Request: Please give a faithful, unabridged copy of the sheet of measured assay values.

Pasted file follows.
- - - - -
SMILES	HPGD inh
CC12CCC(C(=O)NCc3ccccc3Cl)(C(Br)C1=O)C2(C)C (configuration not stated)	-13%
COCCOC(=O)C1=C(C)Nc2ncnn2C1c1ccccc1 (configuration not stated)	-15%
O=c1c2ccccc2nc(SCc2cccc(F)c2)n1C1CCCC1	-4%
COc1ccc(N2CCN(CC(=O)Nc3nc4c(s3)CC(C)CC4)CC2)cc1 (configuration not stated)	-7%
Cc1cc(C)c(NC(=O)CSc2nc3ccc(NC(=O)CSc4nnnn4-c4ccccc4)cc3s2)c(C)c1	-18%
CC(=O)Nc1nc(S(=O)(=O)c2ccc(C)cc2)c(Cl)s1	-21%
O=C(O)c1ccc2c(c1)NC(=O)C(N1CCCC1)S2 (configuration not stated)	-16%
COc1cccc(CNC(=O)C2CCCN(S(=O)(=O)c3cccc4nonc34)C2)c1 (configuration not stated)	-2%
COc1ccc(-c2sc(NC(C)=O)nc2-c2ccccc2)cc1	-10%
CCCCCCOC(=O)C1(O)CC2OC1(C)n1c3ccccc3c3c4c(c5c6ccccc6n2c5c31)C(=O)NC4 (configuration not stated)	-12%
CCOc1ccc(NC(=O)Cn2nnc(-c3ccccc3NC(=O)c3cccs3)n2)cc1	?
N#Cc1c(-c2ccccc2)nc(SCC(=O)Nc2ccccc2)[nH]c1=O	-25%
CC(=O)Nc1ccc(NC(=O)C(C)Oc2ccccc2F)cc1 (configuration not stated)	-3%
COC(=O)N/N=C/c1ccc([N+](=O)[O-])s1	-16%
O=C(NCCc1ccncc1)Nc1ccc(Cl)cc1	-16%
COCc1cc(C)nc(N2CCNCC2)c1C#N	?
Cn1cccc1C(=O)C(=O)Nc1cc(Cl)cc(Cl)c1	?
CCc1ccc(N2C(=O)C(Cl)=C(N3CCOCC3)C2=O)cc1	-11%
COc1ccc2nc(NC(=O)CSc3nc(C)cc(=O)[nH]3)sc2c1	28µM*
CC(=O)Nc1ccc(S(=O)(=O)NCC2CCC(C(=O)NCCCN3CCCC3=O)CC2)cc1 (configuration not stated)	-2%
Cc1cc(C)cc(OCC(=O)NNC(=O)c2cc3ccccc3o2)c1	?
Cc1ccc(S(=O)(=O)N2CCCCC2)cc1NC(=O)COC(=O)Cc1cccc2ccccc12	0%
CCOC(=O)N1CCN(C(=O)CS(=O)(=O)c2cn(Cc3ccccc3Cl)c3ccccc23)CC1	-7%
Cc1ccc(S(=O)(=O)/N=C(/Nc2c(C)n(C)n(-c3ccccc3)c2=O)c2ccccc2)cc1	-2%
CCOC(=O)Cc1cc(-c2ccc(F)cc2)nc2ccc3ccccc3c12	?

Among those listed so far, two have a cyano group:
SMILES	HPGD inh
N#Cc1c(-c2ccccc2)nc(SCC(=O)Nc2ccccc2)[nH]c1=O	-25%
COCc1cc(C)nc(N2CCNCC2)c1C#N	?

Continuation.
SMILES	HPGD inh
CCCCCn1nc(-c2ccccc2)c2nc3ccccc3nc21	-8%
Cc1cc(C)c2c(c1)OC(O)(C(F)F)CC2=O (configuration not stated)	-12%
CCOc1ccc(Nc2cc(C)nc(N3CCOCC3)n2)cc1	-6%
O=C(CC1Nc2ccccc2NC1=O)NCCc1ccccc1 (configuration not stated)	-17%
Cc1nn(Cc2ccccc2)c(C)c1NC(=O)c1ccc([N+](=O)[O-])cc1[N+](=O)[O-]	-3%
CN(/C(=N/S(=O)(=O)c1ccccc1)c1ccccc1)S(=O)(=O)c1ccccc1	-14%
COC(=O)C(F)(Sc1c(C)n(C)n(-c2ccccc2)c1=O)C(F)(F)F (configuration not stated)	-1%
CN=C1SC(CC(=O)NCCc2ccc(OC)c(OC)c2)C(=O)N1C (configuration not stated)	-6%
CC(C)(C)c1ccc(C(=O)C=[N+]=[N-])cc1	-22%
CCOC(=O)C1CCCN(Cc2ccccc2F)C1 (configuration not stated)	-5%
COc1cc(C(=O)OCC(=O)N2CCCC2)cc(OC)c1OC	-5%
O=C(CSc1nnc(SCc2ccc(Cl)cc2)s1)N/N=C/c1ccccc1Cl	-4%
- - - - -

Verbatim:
SMILES	HPGD inh
CC12CCC(C(=O)NCc3ccccc3Cl)(C(Br)C1=O)C2(C)C (configuration not stated)	-13%
COCCOC(=O)C1=C(C)Nc2ncnn2C1c1ccccc1 (configuration not stated)	-15%
O=c1c2ccccc2nc(SCc2cccc(F)c2)n1C1CCCC1	-4%
COc1ccc(N2CCN(CC(=O)Nc3nc4c(s3)CC(C)CC4)CC2)cc1 (configuration not stated)	-7%
Cc1cc(C)c(NC(=O)CSc2nc3ccc(NC(=O)CSc4nnnn4-c4ccccc4)cc3s2)c(C)c1	-18%
CC(=O)Nc1nc(S(=O)(=O)c2ccc(C)cc2)c(Cl)s1	-21%
O=C(O)c1ccc2c(c1)NC(=O)C(N1CCCC1)S2 (configuration not stated)	-16%
COc1cccc(CNC(=O)C2CCCN(S(=O)(=O)c3cccc4nonc34)C2)c1 (configuration not stated)	-2%
COc1ccc(-c2sc(NC(C)=O)nc2-c2ccccc2)cc1	-10%
CCCCCCOC(=O)C1(O)CC2OC1(C)n1c3ccccc3c3c4c(c5c6ccccc6n2c5c31)C(=O)NC4 (configuration not stated)	-12%
CCOc1ccc(NC(=O)Cn2nnc(-c3ccccc3NC(=O)c3cccs3)n2)cc1	?
N#Cc1c(-c2ccccc2)nc(SCC(=O)Nc2ccccc2)[nH]c1=O	-25%
CC(=O)Nc1ccc(NC(=O)C(C)Oc2ccccc2F)cc1 (configuration not stated)	-3%
COC(=O)N/N=C/c1ccc([N+](=O)[O-])s1	-16%
O=C(NCCc1ccncc1)Nc1ccc(Cl)cc1	-16%
COCc1cc(C)nc(N2CCNCC2)c1C#N	?
Cn1cccc1C(=O)C(=O)Nc1cc(Cl)cc(Cl)c1	?
CCc1ccc(N2C(=O)C(Cl)=C(N3CCOCC3)C2=O)cc1	-11%
COc1ccc2nc(NC(=O)CSc3nc(C)cc(=O)[nH]3)sc2c1	28µM*
CC(=O)Nc1ccc(S(=O)(=O)NCC2CCC(C(=O)NCCCN3CCCC3=O)CC2)cc1 (configuration not stated)	-2%
Cc1cc(C)cc(OCC(=O)NNC(=O)c2cc3ccccc3o2)c1	?
Cc1ccc(S(=O)(=O)N2CCCCC2)cc1NC(=O)COC(=O)Cc1cccc2ccccc12	0%
CCOC(=O)N1CCN(C(=O)CS(=O)(=O)c2cn(Cc3ccccc3Cl)c3ccccc23)CC1	-7%
Cc1ccc(S(=O)(=O)/N=C(/Nc2c(C)n(C)n(-c3ccccc3)c2=O)c2ccccc2)cc1	-2%
CCOC(=O)Cc1cc(-c2ccc(F)cc2)nc2ccc3ccccc3c12	?

Among those listed so far, two have a cyano group:
SMILES	HPGD inh
N#Cc1c(-c2ccccc2)nc(SCC(=O)Nc2ccccc2)[nH]c1=O	-25%
COCc1cc(C)nc(N2CCNCC2)c1C#N	?

Continuation.
SMILES	HPGD inh
CCCCCn1nc(-c2ccccc2)c2nc3ccccc3nc21	-8%
Cc1cc(C)c2c(c1)OC(O)(C(F)F)CC2=O (configuration not stated)	-12%
CCOc1ccc(Nc2cc(C)nc(N3CCOCC3)n2)cc1	-6%
O=C(CC1Nc2ccccc2NC1=O)NCCc1ccccc1 (configuration not stated)	-17%
Cc1nn(Cc2ccccc2)c(C)c1NC(=O)c1ccc([N+](=O)[O-])cc1[N+](=O)[O-]	-3%
CN(/C(=N/S(=O)(=O)c1ccccc1)c1ccccc1)S(=O)(=O)c1ccccc1	-14%
COC(=O)C(F)(Sc1c(C)n(C)n(-c2ccccc2)c1=O)C(F)(F)F (configuration not stated)	-1%
CN=C1SC(CC(=O)NCCc2ccc(OC)c(OC)c2)C(=O)N1C (configuration not stated)	-6%
CC(C)(C)c1ccc(C(=O)C=[N+]=[N-])cc1	-22%
CCOC(=O)C1CCCN(Cc2ccccc2F)C1 (configuration not stated)	-5%
COc1cc(C(=O)OCC(=O)N2CCCC2)cc(OC)c1OC	-5%
O=C(CSc1nnc(SCc2ccc(Cl)cc2)s1)N/N=C/c1ccccc1Cl	-4%